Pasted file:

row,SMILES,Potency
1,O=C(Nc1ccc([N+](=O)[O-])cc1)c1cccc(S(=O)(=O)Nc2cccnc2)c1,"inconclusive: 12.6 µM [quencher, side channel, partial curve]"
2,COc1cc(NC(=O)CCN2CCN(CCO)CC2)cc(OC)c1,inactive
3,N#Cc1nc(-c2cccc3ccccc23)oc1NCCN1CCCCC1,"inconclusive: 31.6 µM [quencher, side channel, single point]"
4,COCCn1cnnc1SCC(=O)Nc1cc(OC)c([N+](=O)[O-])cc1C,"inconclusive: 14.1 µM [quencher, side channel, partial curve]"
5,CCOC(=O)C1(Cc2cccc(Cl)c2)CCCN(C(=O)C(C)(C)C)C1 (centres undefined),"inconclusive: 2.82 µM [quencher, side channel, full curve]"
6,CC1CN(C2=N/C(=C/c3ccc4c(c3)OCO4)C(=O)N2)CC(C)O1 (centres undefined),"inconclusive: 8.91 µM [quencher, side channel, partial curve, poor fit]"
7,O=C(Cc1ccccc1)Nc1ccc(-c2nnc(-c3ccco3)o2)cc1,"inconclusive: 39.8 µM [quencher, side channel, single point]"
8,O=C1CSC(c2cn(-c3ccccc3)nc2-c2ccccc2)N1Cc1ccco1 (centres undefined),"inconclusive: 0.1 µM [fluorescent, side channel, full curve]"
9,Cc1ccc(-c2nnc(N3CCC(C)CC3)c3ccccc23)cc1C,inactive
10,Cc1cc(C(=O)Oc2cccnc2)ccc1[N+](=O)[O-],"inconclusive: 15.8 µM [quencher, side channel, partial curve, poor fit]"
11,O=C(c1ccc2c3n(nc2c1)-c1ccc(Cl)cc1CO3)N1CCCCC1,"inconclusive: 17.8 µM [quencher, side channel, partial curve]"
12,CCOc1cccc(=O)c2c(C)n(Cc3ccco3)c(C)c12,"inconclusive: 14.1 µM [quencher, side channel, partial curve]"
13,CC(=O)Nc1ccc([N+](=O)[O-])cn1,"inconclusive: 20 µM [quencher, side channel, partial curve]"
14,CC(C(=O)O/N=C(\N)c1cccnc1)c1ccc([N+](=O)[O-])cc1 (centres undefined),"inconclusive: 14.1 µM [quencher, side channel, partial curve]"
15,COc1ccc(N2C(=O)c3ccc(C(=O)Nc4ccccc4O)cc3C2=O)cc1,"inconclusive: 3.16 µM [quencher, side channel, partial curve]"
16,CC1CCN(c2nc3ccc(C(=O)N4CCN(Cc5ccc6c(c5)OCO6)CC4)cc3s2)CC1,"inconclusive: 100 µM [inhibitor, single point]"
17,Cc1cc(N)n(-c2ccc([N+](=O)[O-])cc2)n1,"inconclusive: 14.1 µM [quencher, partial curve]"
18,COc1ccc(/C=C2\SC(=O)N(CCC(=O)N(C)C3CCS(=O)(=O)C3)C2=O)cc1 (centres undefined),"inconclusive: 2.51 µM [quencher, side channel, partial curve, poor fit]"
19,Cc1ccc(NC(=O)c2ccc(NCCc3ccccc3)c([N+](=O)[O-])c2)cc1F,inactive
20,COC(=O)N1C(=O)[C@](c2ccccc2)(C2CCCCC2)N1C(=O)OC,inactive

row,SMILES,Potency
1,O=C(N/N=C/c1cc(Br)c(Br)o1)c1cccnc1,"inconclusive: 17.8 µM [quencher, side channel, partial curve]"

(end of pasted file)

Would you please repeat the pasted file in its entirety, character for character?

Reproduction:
row,SMILES,Potency
1,O=C(Nc1ccc([N+](=O)[O-])cc1)c1cccc(S(=O)(=O)Nc2cccnc2)c1,"inconclusive: 12.6 µM [quencher, side channel, partial curve]"
2,COc1cc(NC(=O)CCN2CCN(CCO)CC2)cc(OC)c1,inactive
3,N#Cc1nc(-c2cccc3ccccc23)oc1NCCN1CCCCC1,"inconclusive: 31.6 µM [quencher, side channel, single point]"
4,COCCn1cnnc1SCC(=O)Nc1cc(OC)c([N+](=O)[O-])cc1C,"inconclusive: 14.1 µM [quencher, side channel, partial curve]"
5,CCOC(=O)C1(Cc2cccc(Cl)c2)CCCN(C(=O)C(C)(C)C)C1 (centres undefined),"inconclusive: 2.82 µM [quencher, side channel, full curve]"
6,CC1CN(C2=N/C(=C/c3ccc4c(c3)OCO4)C(=O)N2)CC(C)O1 (centres undefined),"inconclusive: 8.91 µM [quencher, side channel, partial curve, poor fit]"
7,O=C(Cc1ccccc1)Nc1ccc(-c2nnc(-c3ccco3)o2)cc1,"inconclusive: 39.8 µM [quencher, side channel, single point]"
8,O=C1CSC(c2cn(-c3ccccc3)nc2-c2ccccc2)N1Cc1ccco1 (centres undefined),"inconclusive: 0.1 µM [fluorescent, side channel, full curve]"
9,Cc1ccc(-c2nnc(N3CCC(C)CC3)c3ccccc23)cc1C,inactive
10,Cc1cc(C(=O)Oc2cccnc2)ccc1[N+](=O)[O-],"inconclusive: 15.8 µM [quencher, side channel, partial curve, poor fit]"
11,O=C(c1ccc2c3n(nc2c1)-c1ccc(Cl)cc1CO3)N1CCCCC1,"inconclusive: 17.8 µM [quencher, side channel, partial curve]"
12,CCOc1cccc(=O)c2c(C)n(Cc3ccco3)c(C)c12,"inconclusive: 14.1 µM [quencher, side channel, partial curve]"
13,CC(=O)Nc1ccc([N+](=O)[O-])cn1,"inconclusive: 20 µM [quencher, side channel, partial curve]"
14,CC(C(=O)O/N=C(\N)c1cccnc1)c1ccc([N+](=O)[O-])cc1 (centres undefined),"inconclusive: 14.1 µM [quencher, side channel, partial curve]"
15,COc1ccc(N2C(=O)c3ccc(C(=O)Nc4ccccc4O)cc3C2=O)cc1,"inconclusive: 3.16 µM [quencher, side channel, partial curve]"
16,CC1CCN(c2nc3ccc(C(=O)N4CCN(Cc5ccc6c(c5)OCO6)CC4)cc3s2)CC1,"inconclusive: 100 µM [inhibitor, single point]"
17,Cc1cc(N)n(-c2ccc([N+](=O)[O-])cc2)n1,"inconclusive: 14.1 µM [quencher, partial curve]"
18,COc1ccc(/C=C2\SC(=O)N(CCC(=O)N(C)C3CCS(=O)(=O)C3)C2=O)cc1 (centres undefined),"inconclusive: 2.51 µM [quencher, side channel, partial curve, poor fit]"
19,Cc1ccc(NC(=O)c2ccc(NCCc3ccccc3)c([N+](=O)[O-])c2)cc1F,inactive
20,COC(=O)N1C(=O)[C@](c2ccccc2)(C2CCCCC2)N1C(=O)OC,inactive

row,SMILES,Potency
1,O=C(N/N=C/c1cc(Br)c(Br)o1)c1cccnc1,"inconclusive: 17.8 µM [quencher, side channel, partial curve]"